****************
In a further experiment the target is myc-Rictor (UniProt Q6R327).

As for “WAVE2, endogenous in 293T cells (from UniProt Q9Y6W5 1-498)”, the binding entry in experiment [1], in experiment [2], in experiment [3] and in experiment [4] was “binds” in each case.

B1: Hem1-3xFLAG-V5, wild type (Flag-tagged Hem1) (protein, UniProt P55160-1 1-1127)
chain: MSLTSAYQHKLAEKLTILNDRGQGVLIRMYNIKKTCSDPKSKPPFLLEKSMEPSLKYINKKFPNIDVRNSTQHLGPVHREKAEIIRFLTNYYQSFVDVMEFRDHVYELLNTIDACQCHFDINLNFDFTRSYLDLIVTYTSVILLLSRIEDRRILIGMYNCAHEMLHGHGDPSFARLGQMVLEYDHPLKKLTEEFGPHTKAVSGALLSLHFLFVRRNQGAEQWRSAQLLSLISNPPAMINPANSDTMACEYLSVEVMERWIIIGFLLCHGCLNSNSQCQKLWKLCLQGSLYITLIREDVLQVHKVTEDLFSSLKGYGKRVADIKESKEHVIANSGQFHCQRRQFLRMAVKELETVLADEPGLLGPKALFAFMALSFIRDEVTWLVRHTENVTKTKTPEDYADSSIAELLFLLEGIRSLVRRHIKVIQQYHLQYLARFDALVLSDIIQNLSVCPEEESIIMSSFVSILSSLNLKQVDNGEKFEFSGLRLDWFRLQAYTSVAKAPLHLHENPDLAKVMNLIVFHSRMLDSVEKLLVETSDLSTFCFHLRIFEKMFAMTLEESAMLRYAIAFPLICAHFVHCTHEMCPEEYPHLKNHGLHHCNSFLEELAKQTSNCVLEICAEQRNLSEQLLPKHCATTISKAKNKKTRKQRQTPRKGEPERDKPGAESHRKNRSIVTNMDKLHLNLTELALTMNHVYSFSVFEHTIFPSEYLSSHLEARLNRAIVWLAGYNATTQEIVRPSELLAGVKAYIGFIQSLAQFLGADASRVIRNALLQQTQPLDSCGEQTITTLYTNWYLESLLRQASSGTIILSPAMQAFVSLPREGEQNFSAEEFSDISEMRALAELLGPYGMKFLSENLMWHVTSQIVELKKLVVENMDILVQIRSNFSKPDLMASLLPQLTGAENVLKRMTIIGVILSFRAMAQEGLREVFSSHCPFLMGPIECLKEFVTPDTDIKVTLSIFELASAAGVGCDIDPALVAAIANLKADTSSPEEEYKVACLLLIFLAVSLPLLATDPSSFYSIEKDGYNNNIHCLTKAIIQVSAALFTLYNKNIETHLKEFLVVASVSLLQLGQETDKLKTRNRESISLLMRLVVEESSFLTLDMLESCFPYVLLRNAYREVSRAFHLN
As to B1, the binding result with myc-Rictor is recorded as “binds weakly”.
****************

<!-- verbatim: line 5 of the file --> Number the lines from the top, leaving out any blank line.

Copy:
As to B1, the binding result with myc-Rictor is recorded as “binds weakly”.